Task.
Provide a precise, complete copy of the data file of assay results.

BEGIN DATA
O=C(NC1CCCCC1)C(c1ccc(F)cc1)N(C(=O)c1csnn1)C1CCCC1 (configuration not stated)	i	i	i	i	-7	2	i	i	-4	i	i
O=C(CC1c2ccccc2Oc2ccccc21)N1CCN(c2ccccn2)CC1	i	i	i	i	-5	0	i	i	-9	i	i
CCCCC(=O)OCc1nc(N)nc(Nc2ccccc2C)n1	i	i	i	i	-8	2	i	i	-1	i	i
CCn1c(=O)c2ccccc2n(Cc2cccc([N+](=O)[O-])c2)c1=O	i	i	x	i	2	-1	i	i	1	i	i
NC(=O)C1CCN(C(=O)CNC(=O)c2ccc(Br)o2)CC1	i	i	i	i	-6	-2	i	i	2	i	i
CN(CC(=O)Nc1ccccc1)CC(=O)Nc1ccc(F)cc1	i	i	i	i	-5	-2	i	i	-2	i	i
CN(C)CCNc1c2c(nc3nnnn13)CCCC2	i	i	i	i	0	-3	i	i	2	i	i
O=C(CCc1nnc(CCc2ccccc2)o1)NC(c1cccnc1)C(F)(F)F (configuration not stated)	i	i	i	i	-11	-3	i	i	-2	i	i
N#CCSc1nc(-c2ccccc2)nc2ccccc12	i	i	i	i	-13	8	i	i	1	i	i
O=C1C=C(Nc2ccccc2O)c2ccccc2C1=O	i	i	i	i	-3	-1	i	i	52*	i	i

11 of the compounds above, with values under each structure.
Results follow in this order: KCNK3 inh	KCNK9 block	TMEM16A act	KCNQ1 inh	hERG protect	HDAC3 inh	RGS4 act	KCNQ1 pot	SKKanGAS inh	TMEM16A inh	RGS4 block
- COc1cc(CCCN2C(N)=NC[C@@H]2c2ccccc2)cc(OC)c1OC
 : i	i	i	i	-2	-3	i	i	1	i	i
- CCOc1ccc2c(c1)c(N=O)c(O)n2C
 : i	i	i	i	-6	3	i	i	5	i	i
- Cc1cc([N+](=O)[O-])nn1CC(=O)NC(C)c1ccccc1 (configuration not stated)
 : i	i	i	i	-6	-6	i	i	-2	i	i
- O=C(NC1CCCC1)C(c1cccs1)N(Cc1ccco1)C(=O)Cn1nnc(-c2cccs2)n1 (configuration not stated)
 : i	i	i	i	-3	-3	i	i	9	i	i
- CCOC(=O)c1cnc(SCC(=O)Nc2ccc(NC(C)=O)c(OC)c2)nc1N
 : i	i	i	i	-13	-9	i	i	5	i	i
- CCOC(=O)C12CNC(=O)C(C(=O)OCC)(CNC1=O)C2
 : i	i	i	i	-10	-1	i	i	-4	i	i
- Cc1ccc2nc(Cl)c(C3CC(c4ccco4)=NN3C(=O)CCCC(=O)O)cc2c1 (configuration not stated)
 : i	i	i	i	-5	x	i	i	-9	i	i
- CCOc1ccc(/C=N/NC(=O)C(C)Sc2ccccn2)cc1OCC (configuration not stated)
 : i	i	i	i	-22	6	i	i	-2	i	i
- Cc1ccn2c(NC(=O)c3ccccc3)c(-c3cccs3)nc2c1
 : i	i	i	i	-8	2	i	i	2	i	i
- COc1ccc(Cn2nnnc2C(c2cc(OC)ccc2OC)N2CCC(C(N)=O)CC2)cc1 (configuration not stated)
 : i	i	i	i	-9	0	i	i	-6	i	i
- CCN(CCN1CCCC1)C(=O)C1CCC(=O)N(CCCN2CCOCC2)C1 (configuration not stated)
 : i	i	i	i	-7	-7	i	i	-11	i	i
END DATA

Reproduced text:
O=C(NC1CCCCC1)C(c1ccc(F)cc1)N(C(=O)c1csnn1)C1CCCC1 (configuration not stated)	i	i	i	i	-7	2	i	i	-4	i	i
O=C(CC1c2ccccc2Oc2ccccc21)N1CCN(c2ccccn2)CC1	i	i	i	i	-5	0	i	i	-9	i	i
CCCCC(=O)OCc1nc(N)nc(Nc2ccccc2C)n1	i	i	i	i	-8	2	i	i	-1	i	i
CCn1c(=O)c2ccccc2n(Cc2cccc([N+](=O)[O-])c2)c1=O	i	i	x	i	2	-1	i	i	1	i	i
NC(=O)C1CCN(C(=O)CNC(=O)c2ccc(Br)o2)CC1	i	i	i	i	-6	-2	i	i	2	i	i
CN(CC(=O)Nc1ccccc1)CC(=O)Nc1ccc(F)cc1	i	i	i	i	-5	-2	i	i	-2	i	i
CN(C)CCNc1c2c(nc3nnnn13)CCCC2	i	i	i	i	0	-3	i	i	2	i	i
O=C(CCc1nnc(CCc2ccccc2)o1)NC(c1cccnc1)C(F)(F)F (configuration not stated)	i	i	i	i	-11	-3	i	i	-2	i	i
N#CCSc1nc(-c2ccccc2)nc2ccccc12	i	i	i	i	-13	8	i	i	1	i	i
O=C1C=C(Nc2ccccc2O)c2ccccc2C1=O	i	i	i	i	-3	-1	i	i	52*	i	i

11 of the compounds above, with values under each structure.
Results follow in this order: KCNK3 inh	KCNK9 block	TMEM16A act	KCNQ1 inh	hERG protect	HDAC3 inh	RGS4 act	KCNQ1 pot	SKKanGAS inh	TMEM16A inh	RGS4 block
- COc1cc(CCCN2C(N)=NC[C@@H]2c2ccccc2)cc(OC)c1OC
 : i	i	i	i	-2	-3	i	i	1	i	i
- CCOc1ccc2c(c1)c(N=O)c(O)n2C
 : i	i	i	i	-6	3	i	i	5	i	i
- Cc1cc([N+](=O)[O-])nn1CC(=O)NC(C)c1ccccc1 (configuration not stated)
 : i	i	i	i	-6	-6	i	i	-2	i	i
- O=C(NC1CCCC1)C(c1cccs1)N(Cc1ccco1)C(=O)Cn1nnc(-c2cccs2)n1 (configuration not stated)
 : i	i	i	i	-3	-3	i	i	9	i	i
- CCOC(=O)c1cnc(SCC(=O)Nc2ccc(NC(C)=O)c(OC)c2)nc1N
 : i	i	i	i	-13	-9	i	i	5	i	i
- CCOC(=O)C12CNC(=O)C(C(=O)OCC)(CNC1=O)C2
 : i	i	i	i	-10	-1	i	i	-4	i	i
- Cc1ccc2nc(Cl)c(C3CC(c4ccco4)=NN3C(=O)CCCC(=O)O)cc2c1 (configuration not stated)
 : i	i	i	i	-5	x	i	i	-9	i	i
- CCOc1ccc(/C=N/NC(=O)C(C)Sc2ccccn2)cc1OCC (configuration not stated)
 : i	i	i	i	-22	6	i	i	-2	i	i
- Cc1ccn2c(NC(=O)c3ccccc3)c(-c3cccs3)nc2c1
 : i	i	i	i	-8	2	i	i	2	i	i
- COc1ccc(Cn2nnnc2C(c2cc(OC)ccc2OC)N2CCC(C(N)=O)CC2)cc1 (configuration not stated)
 : i	i	i	i	-9	0	i	i	-6	i	i
- CCN(CCN1CCCC1)C(=O)C1CCC(=O)N(CCCN2CCOCC2)C1 (configuration not stated)
 : i	i	i	i	-7	-7	i	i	-11	i	i